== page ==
Vista vs. Julian. Round 4.

published: Fri, 27-Apr-2007   |   updated: Mon, 18-Feb-2008
Windows Vista logo

The irritating thing about last night's post was that immediately after writing it and publishing it to the website, the ghost in my machine awoke form its slumber and red-lined both CPUs at 100%. It was playing with me, taunting me. It was trying to show who was boss. Suddenly it came to me: when you have a ghost, who you gonna call? Ghostbusters!

Never let it be said that I can't mix metaphors, literary or cinematic. I unpacked my vorpal sword from the bottom of the closet, and went a-seeking the manxome foe.

First things first. This morning was bright and sunny in Colorado Springs. In my office, iTunes was playing The Orb's Adventures Beyond the Ultraworld, both Messenger and Trillian were live and waiting for messages, and Outlook was proffering its usual eclectic early morning mix of emails. All was good, and I was determined that the day was going to be stress-free.

The phone rang. I hit the key that paused the music, and answered. A customer. Call over, I hit the key again to unpause the music. Nothing happened. Weird. The system was responsive, the ghost hadn't started that trick yet. But anything out of the usual was cause for caution. The vorpal blade whispered out of the sheath.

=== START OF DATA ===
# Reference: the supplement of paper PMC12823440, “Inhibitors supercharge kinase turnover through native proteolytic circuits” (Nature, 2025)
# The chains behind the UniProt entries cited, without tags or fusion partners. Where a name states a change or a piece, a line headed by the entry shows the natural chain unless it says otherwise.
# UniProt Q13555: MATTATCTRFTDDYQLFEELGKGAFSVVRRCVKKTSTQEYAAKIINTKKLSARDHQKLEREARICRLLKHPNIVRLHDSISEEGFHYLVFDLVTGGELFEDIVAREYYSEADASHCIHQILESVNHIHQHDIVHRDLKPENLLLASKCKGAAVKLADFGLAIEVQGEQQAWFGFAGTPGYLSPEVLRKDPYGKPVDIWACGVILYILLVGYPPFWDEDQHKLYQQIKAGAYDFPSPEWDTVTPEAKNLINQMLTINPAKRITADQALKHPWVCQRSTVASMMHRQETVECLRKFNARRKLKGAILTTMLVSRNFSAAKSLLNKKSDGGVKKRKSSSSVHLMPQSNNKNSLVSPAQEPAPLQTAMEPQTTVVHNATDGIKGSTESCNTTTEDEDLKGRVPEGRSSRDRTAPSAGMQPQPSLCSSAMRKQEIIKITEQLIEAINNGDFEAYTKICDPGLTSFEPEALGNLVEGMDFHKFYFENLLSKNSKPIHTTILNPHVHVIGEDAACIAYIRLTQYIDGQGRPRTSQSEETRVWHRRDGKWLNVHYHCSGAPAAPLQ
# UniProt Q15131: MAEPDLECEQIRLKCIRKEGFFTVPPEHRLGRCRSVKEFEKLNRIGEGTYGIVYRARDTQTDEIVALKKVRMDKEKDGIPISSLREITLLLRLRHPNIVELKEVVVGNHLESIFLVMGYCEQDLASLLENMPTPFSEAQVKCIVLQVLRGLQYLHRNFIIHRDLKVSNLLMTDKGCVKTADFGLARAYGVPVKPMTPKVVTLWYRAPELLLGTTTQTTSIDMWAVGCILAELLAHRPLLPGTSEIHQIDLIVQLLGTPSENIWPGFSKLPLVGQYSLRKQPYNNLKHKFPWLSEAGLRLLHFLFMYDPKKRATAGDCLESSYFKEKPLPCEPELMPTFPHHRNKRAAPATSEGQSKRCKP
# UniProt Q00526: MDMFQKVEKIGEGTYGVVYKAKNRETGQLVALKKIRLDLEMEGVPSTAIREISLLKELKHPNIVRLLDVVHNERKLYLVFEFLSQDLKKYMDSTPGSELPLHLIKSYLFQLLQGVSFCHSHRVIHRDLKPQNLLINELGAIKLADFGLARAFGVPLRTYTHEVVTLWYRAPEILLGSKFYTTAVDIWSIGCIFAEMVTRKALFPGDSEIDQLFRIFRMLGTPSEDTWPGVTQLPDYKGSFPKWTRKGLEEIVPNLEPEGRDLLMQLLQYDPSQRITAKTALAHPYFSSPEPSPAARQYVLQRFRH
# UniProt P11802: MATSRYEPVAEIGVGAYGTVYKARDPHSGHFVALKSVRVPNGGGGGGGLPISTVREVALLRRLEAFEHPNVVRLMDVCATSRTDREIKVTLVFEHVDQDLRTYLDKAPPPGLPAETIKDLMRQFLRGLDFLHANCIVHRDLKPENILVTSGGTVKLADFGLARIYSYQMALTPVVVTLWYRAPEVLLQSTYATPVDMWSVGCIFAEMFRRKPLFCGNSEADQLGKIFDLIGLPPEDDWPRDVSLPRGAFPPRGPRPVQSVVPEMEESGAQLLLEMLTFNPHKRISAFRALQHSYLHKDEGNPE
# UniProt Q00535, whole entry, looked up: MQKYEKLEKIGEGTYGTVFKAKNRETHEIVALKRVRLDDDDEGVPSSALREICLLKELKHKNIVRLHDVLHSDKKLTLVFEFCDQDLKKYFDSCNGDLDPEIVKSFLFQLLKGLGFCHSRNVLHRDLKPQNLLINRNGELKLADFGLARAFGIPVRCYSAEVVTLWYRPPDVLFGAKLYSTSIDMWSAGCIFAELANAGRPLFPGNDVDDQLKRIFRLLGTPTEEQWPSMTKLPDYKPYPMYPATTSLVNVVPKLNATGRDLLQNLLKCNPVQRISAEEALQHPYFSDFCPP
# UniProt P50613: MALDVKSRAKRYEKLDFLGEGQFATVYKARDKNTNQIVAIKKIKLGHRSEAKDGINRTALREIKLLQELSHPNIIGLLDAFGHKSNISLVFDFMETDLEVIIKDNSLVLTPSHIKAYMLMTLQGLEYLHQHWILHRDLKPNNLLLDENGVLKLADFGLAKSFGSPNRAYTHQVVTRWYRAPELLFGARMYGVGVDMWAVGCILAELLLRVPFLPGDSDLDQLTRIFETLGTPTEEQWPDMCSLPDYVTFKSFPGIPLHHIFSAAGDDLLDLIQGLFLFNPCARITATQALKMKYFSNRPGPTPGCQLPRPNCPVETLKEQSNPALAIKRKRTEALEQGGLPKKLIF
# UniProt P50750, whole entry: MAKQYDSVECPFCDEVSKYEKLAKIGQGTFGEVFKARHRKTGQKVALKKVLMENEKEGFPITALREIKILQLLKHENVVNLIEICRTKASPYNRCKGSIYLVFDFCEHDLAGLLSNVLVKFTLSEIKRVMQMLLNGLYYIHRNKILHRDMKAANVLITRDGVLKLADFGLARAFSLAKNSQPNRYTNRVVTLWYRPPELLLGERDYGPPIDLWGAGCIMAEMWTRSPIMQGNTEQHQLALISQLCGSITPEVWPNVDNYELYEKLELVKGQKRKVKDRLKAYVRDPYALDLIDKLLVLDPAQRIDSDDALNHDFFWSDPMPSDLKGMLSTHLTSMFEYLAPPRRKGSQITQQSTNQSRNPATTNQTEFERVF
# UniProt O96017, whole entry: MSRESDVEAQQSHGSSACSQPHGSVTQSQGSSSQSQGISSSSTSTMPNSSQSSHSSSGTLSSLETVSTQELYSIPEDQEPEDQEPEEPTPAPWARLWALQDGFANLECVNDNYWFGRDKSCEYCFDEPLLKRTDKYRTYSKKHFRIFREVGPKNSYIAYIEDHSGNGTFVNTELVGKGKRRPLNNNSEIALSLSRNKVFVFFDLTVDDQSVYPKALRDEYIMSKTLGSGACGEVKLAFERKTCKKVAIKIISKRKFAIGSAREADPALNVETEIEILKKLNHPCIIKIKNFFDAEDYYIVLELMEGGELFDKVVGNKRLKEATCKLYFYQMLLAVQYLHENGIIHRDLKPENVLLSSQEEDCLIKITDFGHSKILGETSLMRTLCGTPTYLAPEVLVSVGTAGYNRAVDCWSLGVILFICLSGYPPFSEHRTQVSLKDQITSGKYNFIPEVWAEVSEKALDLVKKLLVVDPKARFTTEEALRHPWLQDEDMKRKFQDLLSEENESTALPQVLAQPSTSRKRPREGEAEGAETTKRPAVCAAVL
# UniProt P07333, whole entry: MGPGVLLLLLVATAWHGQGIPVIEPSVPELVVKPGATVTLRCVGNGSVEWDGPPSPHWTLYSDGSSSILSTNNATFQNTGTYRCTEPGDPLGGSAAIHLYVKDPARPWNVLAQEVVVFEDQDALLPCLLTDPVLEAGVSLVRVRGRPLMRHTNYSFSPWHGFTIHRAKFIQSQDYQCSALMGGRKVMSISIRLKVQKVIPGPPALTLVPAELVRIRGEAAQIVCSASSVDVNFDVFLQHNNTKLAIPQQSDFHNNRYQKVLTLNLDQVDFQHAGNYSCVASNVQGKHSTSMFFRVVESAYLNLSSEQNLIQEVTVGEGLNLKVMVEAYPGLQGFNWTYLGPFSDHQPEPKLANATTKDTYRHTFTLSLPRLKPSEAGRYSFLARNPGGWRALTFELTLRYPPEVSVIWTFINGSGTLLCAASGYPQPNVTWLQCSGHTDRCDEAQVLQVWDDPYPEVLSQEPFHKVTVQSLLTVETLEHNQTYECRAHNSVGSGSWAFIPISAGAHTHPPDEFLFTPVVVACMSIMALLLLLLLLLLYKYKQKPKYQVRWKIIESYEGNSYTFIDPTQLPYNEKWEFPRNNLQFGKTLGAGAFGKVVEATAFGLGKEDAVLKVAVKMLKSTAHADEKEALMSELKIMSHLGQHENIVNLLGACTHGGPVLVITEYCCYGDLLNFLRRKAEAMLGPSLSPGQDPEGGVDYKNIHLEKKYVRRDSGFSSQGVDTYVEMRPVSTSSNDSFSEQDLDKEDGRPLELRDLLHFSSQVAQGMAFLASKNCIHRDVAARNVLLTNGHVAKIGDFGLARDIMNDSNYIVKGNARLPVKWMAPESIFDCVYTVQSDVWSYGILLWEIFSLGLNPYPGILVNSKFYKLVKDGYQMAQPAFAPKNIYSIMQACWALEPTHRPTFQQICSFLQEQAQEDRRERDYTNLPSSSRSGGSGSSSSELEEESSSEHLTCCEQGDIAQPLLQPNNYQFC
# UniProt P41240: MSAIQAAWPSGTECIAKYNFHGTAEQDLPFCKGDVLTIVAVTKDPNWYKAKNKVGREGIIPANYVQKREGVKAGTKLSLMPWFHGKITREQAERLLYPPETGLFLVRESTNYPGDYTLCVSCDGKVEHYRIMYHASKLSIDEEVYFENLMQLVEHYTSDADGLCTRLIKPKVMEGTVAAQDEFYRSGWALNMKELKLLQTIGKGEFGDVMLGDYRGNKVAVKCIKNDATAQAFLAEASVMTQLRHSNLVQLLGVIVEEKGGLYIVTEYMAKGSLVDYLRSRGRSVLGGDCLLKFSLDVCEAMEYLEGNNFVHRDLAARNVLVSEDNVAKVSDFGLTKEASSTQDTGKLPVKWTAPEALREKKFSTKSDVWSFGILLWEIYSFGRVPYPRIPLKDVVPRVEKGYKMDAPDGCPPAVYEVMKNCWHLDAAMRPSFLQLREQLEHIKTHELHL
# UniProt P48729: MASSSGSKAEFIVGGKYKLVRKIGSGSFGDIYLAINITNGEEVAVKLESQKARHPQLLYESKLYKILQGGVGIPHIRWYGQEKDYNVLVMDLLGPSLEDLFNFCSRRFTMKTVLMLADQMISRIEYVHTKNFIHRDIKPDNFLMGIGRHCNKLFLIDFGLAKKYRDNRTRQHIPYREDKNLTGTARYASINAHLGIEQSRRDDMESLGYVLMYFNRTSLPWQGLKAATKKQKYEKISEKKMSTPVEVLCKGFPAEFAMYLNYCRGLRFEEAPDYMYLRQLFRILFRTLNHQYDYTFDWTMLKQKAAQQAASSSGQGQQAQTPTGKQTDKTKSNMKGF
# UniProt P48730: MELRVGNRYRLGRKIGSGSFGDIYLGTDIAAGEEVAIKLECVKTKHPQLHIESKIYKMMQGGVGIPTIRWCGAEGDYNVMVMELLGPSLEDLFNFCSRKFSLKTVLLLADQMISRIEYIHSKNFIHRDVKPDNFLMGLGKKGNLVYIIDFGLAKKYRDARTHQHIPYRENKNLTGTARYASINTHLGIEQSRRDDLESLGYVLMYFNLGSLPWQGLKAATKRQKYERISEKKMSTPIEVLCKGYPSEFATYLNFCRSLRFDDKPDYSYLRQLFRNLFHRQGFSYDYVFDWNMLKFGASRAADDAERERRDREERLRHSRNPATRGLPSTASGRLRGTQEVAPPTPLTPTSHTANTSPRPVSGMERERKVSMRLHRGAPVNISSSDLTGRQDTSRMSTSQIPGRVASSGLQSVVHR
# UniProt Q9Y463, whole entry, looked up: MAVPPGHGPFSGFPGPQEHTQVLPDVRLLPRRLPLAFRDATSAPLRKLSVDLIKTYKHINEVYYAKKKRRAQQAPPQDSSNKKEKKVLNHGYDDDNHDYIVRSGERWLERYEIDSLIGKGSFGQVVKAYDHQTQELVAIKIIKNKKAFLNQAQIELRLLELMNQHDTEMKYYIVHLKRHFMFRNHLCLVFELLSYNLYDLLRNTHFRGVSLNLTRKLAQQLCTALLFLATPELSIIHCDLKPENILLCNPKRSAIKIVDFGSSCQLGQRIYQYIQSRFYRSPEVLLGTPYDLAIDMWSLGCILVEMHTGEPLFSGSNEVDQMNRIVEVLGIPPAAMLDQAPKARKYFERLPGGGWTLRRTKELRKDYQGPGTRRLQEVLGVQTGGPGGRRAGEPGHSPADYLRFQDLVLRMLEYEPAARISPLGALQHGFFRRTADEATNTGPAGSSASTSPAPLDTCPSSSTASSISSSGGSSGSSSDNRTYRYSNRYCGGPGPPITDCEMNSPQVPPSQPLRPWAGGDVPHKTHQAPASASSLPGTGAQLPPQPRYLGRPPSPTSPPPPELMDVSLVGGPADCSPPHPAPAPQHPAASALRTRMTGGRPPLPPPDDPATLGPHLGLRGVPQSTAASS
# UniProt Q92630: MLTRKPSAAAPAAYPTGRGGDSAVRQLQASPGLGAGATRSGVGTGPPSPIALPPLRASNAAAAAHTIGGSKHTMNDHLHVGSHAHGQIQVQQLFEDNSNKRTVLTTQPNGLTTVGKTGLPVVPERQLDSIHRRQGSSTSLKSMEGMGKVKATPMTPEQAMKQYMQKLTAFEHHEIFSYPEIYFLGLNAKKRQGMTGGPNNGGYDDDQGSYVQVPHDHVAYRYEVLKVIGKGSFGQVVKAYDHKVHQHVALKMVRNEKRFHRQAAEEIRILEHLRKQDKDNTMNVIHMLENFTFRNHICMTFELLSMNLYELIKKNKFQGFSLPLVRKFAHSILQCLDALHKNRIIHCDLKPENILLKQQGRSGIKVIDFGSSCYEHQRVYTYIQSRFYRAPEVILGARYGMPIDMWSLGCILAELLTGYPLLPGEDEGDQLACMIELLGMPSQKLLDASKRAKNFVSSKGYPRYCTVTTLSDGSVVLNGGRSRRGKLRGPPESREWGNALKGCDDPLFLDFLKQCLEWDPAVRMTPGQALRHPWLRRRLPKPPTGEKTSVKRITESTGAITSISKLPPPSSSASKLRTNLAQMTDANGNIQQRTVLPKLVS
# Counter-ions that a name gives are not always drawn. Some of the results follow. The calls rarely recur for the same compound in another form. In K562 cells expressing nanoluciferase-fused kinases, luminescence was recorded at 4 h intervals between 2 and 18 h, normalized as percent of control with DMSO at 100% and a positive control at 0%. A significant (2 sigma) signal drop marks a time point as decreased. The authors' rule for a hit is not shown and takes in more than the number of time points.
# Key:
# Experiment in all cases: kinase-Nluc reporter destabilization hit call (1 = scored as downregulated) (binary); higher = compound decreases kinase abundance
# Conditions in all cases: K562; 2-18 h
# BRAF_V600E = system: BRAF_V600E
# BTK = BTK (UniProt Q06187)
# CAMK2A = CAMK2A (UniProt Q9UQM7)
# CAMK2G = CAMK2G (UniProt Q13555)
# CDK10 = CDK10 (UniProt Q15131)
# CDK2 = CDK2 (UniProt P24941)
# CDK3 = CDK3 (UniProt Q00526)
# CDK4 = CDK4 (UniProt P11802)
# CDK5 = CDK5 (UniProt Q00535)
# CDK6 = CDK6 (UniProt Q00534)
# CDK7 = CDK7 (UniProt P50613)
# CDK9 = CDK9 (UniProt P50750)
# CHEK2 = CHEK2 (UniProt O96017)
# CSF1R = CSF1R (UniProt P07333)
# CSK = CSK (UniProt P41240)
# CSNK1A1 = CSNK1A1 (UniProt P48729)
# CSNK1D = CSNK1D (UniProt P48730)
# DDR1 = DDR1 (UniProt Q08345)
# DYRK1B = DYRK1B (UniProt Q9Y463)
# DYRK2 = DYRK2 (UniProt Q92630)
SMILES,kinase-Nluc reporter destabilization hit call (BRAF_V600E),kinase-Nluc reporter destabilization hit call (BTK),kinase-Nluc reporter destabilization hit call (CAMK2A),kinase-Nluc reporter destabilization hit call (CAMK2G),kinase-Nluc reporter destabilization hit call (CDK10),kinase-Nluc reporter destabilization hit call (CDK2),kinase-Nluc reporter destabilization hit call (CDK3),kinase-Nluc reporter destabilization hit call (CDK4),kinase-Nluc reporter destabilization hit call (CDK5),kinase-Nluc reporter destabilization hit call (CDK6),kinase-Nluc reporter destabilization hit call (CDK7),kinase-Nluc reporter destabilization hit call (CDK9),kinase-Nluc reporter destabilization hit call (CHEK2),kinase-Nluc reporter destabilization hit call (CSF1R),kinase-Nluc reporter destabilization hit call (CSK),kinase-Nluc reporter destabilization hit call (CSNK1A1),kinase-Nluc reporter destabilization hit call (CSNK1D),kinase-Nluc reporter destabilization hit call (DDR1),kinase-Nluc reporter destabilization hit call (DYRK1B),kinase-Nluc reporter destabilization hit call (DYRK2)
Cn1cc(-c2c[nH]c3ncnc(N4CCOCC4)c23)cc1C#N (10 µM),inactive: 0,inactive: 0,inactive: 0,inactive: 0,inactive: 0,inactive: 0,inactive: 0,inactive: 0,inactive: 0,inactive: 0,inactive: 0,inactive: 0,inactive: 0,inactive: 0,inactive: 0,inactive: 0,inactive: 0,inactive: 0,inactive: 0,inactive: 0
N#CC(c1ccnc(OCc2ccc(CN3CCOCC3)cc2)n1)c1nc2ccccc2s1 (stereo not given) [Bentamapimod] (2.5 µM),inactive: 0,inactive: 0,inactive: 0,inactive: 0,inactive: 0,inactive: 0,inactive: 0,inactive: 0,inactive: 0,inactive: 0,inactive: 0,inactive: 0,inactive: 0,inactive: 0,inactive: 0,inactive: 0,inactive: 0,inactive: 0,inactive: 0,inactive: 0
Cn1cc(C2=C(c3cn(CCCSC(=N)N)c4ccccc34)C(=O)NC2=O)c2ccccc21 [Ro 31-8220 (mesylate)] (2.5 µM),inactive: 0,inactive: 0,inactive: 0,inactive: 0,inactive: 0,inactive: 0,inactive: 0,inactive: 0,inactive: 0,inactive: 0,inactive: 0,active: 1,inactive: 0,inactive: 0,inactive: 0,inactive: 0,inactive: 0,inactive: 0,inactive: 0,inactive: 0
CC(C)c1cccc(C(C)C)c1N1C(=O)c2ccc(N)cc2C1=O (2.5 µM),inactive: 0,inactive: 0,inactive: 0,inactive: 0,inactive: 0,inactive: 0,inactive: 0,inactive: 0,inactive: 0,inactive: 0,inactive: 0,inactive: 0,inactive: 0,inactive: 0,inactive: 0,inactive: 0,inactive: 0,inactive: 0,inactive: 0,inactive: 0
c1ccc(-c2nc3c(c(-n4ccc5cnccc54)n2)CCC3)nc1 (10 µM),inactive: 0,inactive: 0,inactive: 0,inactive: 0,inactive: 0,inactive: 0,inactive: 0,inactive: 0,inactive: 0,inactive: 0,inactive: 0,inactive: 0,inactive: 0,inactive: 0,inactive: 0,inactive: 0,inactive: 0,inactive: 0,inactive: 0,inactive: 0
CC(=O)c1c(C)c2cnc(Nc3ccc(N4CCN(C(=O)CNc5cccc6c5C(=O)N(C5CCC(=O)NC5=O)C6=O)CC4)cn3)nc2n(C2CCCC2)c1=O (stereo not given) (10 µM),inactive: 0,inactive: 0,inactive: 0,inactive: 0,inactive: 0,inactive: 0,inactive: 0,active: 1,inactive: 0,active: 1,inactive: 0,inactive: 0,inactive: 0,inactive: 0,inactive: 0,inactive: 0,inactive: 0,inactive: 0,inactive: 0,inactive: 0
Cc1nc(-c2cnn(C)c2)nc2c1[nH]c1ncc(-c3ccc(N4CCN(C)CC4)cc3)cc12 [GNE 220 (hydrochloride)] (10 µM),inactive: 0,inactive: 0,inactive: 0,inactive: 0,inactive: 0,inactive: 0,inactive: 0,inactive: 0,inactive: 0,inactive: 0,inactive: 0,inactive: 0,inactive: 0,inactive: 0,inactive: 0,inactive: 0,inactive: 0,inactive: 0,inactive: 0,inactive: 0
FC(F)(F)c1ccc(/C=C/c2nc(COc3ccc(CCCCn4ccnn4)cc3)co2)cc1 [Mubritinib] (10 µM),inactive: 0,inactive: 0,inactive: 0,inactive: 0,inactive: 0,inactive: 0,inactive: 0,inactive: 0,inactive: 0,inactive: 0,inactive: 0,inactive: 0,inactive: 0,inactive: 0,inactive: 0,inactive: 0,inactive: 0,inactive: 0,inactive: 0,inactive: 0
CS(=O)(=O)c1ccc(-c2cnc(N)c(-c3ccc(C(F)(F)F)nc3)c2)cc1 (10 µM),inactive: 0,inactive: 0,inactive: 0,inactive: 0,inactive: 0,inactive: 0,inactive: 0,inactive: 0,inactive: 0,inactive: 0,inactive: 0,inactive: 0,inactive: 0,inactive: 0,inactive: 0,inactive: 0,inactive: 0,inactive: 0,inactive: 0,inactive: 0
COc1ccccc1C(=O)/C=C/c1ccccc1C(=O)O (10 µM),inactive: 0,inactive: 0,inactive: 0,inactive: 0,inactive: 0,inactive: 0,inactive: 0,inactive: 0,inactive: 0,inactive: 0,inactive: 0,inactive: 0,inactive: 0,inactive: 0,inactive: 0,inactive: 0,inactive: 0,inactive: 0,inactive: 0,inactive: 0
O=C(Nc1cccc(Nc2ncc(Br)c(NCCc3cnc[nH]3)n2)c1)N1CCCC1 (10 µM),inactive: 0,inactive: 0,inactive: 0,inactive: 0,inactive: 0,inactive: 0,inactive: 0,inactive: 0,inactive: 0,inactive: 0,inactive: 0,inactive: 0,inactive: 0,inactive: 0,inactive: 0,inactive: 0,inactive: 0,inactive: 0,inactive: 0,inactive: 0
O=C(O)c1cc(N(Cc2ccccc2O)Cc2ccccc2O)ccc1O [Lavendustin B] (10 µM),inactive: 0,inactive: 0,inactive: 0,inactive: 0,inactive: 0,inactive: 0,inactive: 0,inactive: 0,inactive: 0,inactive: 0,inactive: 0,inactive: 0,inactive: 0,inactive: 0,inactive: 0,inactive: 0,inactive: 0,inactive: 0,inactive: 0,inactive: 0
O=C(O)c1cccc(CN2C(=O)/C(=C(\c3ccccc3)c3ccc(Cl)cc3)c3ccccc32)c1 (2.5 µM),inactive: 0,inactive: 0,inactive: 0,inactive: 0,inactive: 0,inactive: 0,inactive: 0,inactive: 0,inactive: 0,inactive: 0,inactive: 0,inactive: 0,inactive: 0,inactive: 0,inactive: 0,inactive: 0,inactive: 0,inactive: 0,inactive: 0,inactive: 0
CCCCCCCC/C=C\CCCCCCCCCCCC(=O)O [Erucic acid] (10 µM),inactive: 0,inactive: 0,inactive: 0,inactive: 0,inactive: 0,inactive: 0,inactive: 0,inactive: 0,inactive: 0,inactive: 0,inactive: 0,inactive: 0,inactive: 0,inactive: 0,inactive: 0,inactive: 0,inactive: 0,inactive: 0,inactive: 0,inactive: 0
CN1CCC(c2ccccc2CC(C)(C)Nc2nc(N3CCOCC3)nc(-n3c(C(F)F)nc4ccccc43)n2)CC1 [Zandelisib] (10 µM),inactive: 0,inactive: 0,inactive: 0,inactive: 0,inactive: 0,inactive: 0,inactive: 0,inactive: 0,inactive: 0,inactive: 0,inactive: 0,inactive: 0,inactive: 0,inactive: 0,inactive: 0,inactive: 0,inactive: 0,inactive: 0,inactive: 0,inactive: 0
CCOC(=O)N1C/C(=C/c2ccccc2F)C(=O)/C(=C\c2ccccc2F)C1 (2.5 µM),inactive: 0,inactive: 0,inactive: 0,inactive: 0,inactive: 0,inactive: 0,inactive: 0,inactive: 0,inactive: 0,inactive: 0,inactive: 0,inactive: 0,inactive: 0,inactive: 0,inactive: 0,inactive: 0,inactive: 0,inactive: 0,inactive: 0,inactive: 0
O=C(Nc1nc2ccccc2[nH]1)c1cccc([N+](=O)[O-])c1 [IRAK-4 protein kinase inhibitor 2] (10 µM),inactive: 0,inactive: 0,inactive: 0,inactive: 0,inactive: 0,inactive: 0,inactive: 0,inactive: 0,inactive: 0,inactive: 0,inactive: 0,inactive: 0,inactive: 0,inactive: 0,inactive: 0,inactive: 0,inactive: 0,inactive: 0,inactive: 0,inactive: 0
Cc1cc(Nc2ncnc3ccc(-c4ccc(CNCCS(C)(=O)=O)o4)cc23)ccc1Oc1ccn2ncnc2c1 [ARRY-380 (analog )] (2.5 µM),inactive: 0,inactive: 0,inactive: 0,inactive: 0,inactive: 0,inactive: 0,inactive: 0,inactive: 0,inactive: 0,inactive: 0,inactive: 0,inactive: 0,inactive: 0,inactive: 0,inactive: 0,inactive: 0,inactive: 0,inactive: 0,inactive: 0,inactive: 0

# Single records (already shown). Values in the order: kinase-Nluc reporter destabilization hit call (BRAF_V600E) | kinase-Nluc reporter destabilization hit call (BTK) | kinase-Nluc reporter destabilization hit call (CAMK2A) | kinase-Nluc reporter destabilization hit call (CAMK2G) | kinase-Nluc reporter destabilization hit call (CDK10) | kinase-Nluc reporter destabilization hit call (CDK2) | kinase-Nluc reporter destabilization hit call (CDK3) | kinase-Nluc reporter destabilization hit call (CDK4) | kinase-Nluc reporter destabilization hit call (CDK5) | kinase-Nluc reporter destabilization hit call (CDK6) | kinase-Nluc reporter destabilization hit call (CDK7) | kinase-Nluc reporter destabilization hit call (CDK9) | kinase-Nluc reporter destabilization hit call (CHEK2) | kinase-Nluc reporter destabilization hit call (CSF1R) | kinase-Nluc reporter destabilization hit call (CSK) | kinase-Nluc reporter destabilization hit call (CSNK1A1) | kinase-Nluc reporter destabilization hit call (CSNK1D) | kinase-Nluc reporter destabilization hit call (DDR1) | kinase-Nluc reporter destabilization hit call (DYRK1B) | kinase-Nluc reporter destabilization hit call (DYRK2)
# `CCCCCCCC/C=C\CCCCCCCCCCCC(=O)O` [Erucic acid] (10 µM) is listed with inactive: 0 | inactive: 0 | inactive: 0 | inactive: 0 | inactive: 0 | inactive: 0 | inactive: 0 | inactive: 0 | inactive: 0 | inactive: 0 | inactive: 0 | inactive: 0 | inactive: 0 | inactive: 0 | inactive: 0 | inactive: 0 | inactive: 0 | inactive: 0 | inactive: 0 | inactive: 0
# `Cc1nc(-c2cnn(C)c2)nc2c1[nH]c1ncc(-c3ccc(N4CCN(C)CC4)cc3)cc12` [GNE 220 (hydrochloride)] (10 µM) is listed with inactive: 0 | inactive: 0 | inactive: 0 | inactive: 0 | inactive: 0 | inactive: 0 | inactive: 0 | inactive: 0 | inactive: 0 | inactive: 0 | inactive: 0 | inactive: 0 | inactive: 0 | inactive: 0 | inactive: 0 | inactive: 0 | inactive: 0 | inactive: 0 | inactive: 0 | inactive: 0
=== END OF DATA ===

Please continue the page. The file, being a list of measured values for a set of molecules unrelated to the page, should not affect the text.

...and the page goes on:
I restored iTunes. Hitting the play/pause key on the keyboard caused the play/pause button in iTunes to change state: play, pause, play, pause. No issue there. It was just that in play mode, iTunes was stuck. The time played and time remaining just didn't change. It was as if the event handler had become disconnected from the button.

I started up Windows Media Player (WMP), selected a track and clicked the play button. Exactly the same effect: during play mode the player was frozen. Nothing played. Two music programs that suddenly couldn't play music? I went to the Services window and looked for something to do with audio; Windows Audio, that'll do. I tried to stop the service only to be told the service wasn't accepting any commands. Fishy.

Nothing for it but to reboot. I hit shutdown, and after several seconds the applications still running screen came up. There was a program that was taking too long to terminate. The program? Windows Explorer. And the reason for its delay? It was trying to play the shutdown sound. Now I had three independent programs that couldn't play sounds, and the Audio service, their common denominator, was too busy to respond to service commands. Snicker-snack!

I sat in uffish thought before I rebooted. What should I do? First, I should test to see if I could reproduce the effect. Maybe it was a one-off. So I rebooted and started everything up again and started my work again. After a few tracks, I clicked the pause button to pause the music, and then clicked it again to start it playing. It worked. Damn. I tried the key on the keyboard. Worked fine. Double damn. I sat back and wondered what to do next. Suddenly iTunes started stuttering and finally stopped. The ghost had reappeared and flat-lined the CPUs at 100%. This time I decided to leave it well enough alone, and went to get some cash from the ATM and lunch.